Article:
Articles

Josemaría Escrivá, Christians and the Temporal City

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In the 19th and 20th centuries, many Catholics rejected the world that grew up out of liberalism and the industrial revolution. Some of them expressed nostalgia for an idealized Middle Ages and in Spain for the Golden Age of the Catholic Kings. Many took up positions outside the modern age and attempted to build a new society based on Christian principles.

In this article François-Xavier Guerra, a professor of history at the University of Paris I – Sorbonne applies to four of Escrivá’s published works the tools of linguistic analysis in an effort to determine the attitude of the founder of Opus Dei to the “modern world.”

Guerra finds that in Escrivá’s writings the word “modern” “does not have any negative connotations at all, but is equivalent rather to ‘contemporary.’” For Escrivá “the ‘modern world’ … does not refer to a universe that is hostile to Christianity but simply to the world in which the modern Christian lives and in which he is not at all an outsider.” Similarly, in sharp contrast to many of Escrivá’s contemporaries, Guerra does not find in his writings “any allusion to a golden age or to a time or a society that represents the ideal of Christianity.” Escrivá’s ideal is that Christians embrace the world in which they live and annimate it from within with the doctrine of Christ.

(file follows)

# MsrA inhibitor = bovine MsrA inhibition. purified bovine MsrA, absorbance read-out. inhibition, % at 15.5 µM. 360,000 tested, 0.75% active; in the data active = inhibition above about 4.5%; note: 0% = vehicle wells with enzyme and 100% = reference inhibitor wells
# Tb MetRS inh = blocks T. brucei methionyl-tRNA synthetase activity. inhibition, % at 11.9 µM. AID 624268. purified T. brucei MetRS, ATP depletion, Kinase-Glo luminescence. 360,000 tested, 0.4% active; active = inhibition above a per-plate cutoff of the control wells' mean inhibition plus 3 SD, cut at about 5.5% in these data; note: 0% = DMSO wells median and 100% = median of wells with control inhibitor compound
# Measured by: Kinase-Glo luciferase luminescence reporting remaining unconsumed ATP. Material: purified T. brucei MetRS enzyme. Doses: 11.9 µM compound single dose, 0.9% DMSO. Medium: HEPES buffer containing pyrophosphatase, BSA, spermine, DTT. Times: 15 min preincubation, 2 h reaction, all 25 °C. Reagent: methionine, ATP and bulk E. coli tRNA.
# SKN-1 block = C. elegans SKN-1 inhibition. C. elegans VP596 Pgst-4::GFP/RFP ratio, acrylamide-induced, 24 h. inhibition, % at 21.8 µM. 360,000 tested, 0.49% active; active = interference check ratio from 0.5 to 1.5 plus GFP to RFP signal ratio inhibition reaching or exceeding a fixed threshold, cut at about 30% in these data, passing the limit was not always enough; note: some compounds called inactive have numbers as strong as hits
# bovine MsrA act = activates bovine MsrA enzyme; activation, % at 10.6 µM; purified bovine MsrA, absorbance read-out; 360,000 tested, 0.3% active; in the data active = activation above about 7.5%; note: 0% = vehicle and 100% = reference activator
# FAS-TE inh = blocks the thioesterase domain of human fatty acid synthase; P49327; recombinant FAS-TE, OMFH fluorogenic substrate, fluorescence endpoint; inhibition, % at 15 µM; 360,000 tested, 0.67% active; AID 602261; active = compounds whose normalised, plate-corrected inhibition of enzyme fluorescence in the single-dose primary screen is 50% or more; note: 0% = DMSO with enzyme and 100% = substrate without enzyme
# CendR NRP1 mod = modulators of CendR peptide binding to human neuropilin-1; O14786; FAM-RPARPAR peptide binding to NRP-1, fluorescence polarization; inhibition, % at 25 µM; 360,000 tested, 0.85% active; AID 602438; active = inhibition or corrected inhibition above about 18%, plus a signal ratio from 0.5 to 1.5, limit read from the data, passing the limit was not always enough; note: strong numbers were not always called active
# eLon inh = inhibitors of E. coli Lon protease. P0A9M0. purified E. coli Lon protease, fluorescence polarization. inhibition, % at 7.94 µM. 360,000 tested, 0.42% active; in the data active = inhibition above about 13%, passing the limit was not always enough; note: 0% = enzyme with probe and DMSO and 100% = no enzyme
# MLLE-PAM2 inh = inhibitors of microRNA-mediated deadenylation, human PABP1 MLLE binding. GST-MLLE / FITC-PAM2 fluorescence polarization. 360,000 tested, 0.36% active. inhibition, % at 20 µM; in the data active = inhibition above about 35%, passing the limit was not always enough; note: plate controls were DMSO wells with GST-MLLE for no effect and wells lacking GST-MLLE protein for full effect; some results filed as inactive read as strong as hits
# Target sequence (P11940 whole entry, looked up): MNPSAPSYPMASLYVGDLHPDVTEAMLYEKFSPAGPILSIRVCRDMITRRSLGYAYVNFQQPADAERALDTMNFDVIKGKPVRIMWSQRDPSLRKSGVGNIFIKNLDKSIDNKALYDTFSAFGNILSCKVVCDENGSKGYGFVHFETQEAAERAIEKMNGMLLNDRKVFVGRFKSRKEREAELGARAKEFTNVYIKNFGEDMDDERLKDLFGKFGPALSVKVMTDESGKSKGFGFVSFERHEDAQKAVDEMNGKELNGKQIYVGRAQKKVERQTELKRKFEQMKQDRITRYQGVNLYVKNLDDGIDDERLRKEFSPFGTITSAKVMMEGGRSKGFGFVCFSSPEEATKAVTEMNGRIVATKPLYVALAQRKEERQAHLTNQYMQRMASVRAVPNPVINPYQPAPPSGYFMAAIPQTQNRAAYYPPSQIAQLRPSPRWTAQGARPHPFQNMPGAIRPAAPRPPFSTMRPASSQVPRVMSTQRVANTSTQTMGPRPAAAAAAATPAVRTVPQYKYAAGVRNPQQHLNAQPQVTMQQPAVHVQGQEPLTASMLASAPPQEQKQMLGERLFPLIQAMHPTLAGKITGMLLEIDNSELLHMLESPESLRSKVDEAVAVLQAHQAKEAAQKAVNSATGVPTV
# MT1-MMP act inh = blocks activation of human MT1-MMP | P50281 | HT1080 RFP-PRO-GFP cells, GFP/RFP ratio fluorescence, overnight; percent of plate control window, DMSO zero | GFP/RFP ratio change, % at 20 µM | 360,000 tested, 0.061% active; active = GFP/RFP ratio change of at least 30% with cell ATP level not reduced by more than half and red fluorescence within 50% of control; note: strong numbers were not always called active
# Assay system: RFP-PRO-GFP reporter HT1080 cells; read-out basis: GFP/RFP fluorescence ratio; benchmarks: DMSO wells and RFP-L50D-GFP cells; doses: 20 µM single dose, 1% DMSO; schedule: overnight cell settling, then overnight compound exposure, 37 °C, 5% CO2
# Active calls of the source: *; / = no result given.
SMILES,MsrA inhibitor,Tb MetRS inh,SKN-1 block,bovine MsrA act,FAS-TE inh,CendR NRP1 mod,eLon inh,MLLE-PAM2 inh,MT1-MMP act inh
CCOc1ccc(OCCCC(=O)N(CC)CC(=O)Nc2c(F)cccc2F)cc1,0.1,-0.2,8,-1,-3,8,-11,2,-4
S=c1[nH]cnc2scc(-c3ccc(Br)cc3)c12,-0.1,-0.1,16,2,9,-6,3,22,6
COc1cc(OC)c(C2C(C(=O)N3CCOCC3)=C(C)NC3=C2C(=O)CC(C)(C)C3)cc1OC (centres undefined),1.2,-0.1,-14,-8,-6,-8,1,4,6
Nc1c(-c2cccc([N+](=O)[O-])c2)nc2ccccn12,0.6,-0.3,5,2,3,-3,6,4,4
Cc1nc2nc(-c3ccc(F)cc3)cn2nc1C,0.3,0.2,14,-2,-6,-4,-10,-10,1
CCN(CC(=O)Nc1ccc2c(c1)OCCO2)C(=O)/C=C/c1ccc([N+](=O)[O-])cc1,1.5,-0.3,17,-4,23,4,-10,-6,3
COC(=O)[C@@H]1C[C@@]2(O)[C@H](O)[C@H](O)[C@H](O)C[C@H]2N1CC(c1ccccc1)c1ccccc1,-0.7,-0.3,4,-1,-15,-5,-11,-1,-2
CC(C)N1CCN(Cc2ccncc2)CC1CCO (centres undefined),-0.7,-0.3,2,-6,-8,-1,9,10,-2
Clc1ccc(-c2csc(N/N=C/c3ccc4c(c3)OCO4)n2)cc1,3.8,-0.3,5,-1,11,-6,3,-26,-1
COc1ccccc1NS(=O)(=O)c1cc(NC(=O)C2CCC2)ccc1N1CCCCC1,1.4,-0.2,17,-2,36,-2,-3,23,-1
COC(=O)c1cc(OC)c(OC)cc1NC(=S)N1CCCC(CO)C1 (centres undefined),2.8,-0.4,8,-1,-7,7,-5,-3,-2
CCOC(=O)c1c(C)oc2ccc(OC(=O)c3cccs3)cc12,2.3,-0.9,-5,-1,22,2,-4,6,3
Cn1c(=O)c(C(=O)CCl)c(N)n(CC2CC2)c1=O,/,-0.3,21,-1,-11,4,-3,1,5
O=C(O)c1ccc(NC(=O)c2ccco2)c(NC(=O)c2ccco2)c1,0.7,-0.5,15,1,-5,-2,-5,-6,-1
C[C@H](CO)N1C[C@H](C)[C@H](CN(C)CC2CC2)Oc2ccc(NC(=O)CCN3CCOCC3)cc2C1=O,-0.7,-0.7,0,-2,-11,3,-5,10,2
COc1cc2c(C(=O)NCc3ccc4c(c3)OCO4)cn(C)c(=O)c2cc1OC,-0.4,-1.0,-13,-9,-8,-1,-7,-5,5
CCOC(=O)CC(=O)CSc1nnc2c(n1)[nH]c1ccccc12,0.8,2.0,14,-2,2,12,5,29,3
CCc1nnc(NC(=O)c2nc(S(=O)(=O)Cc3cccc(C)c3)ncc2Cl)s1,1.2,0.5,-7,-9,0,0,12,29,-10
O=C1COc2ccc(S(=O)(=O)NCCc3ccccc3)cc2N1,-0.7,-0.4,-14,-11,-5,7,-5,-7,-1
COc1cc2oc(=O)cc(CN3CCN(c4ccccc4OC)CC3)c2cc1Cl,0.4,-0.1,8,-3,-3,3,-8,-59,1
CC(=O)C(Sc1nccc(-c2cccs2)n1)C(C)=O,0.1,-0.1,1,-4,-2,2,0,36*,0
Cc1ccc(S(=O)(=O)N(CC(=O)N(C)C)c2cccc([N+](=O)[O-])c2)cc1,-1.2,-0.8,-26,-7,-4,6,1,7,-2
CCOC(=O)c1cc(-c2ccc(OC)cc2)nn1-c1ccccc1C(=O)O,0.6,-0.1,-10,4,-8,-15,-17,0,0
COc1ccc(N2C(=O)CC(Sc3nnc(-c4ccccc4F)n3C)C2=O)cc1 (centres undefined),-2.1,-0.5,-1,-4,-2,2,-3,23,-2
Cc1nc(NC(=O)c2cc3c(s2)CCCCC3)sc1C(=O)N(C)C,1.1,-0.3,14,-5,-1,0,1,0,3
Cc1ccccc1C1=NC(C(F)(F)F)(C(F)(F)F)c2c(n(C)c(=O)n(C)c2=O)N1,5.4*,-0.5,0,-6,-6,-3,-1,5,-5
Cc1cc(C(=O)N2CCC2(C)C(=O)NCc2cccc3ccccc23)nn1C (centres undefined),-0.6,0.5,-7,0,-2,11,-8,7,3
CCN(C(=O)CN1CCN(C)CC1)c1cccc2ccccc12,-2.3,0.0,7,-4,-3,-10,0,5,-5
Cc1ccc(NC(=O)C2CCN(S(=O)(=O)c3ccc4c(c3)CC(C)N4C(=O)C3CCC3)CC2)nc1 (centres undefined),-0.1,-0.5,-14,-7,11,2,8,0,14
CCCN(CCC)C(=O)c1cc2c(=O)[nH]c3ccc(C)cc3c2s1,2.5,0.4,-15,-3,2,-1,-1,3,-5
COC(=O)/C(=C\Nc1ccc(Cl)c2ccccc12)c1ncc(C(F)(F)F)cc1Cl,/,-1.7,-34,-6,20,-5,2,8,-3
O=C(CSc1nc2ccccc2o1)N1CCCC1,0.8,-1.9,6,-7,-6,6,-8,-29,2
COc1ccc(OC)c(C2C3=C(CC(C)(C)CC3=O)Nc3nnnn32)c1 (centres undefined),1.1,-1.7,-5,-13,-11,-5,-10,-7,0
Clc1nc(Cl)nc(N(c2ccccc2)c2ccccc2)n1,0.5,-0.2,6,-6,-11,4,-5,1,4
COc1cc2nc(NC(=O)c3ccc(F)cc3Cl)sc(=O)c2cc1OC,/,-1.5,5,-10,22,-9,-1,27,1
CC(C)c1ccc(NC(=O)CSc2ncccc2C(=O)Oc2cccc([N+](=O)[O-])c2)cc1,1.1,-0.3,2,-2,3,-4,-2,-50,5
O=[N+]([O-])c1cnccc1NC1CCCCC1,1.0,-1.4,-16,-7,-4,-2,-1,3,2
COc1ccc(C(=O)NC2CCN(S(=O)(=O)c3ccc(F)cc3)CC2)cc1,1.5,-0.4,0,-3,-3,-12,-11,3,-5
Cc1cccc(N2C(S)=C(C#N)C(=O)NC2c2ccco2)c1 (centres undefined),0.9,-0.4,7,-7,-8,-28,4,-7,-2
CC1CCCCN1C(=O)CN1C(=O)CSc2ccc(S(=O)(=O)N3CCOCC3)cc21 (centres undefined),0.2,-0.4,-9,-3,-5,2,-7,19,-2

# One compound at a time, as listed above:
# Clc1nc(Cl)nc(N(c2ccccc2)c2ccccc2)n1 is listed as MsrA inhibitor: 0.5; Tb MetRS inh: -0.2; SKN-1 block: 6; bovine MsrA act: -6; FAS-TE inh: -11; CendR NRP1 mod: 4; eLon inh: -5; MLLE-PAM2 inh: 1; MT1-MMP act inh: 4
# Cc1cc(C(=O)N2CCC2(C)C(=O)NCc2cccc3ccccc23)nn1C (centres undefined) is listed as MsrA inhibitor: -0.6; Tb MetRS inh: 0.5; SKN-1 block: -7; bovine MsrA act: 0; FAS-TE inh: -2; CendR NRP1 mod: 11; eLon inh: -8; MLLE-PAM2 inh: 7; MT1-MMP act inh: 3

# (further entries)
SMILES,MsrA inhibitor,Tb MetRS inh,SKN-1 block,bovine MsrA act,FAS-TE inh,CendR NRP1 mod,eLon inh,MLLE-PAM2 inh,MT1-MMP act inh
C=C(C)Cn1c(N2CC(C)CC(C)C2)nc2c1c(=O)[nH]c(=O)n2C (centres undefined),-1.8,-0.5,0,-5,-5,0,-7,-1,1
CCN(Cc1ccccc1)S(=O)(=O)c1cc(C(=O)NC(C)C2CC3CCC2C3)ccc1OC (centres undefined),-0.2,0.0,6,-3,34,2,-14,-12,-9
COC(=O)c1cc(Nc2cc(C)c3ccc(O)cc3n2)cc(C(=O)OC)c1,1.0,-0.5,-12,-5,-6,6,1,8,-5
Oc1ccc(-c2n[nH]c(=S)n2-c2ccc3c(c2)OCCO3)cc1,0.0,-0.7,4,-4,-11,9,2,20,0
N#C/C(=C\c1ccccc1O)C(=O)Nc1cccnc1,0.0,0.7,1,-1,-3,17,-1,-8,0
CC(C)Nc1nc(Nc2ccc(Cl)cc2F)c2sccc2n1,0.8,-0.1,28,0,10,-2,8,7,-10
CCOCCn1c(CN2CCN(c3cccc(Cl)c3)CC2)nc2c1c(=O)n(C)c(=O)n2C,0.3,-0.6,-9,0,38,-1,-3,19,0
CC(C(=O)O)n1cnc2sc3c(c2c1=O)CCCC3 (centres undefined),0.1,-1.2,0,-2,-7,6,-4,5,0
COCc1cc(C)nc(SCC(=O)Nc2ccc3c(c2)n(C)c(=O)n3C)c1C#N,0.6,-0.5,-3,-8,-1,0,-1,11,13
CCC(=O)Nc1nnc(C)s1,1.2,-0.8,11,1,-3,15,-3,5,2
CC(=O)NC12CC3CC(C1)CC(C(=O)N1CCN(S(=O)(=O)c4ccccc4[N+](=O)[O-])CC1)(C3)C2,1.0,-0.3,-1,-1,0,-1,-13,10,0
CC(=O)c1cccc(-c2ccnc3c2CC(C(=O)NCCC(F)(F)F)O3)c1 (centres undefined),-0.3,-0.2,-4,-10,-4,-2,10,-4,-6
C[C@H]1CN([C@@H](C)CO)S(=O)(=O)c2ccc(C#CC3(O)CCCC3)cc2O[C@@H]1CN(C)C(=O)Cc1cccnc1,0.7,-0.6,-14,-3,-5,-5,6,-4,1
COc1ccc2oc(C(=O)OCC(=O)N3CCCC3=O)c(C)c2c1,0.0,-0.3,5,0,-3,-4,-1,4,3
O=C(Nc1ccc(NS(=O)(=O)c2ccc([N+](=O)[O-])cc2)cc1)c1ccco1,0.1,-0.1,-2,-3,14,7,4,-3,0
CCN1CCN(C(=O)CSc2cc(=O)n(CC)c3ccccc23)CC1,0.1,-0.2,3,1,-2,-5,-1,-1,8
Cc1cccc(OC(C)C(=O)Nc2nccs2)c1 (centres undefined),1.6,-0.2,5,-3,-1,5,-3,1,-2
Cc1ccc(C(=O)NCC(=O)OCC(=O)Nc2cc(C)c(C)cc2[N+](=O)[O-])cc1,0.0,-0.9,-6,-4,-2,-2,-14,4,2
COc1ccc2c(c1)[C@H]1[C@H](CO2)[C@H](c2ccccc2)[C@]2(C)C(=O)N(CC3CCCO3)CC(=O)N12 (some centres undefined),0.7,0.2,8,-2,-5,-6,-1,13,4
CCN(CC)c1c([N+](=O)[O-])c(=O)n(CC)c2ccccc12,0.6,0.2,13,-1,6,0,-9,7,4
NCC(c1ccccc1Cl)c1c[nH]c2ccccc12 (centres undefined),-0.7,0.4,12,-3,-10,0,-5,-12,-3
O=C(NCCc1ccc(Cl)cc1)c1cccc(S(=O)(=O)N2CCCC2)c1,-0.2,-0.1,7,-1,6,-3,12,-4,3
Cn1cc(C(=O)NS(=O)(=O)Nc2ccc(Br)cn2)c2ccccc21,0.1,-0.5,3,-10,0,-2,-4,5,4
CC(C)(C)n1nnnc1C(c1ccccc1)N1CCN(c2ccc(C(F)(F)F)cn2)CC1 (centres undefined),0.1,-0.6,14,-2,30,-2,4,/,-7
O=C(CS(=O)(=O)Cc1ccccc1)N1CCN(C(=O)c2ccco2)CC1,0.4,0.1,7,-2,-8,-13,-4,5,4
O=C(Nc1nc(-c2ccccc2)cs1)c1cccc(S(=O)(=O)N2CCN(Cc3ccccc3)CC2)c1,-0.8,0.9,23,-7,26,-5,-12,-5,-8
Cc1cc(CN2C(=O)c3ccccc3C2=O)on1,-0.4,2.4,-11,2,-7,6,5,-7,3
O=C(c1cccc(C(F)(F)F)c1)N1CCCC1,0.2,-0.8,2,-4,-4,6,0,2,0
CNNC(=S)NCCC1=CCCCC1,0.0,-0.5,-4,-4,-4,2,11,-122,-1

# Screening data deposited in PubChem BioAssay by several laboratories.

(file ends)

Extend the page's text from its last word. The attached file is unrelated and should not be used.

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Saint Josemaría Escrivá’s Written Works and Preaching

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José Luis Illanes, a theologian and former director of the Istituto Storico San Josemaría Escrivá,is the co-author of the critical-historical edition of Conversaciones con Monseñor Josemaría Escriva published in 2012. In this article he offers an overview of the corpus of published and unpublished writings of the founder of Opus Dei including the notes taken by others of his preaching and preserved in the archives of the Opus Dei Prelature in Rome. This survey excludes only Escrivá’s correspondence and the statues of Opus Dei.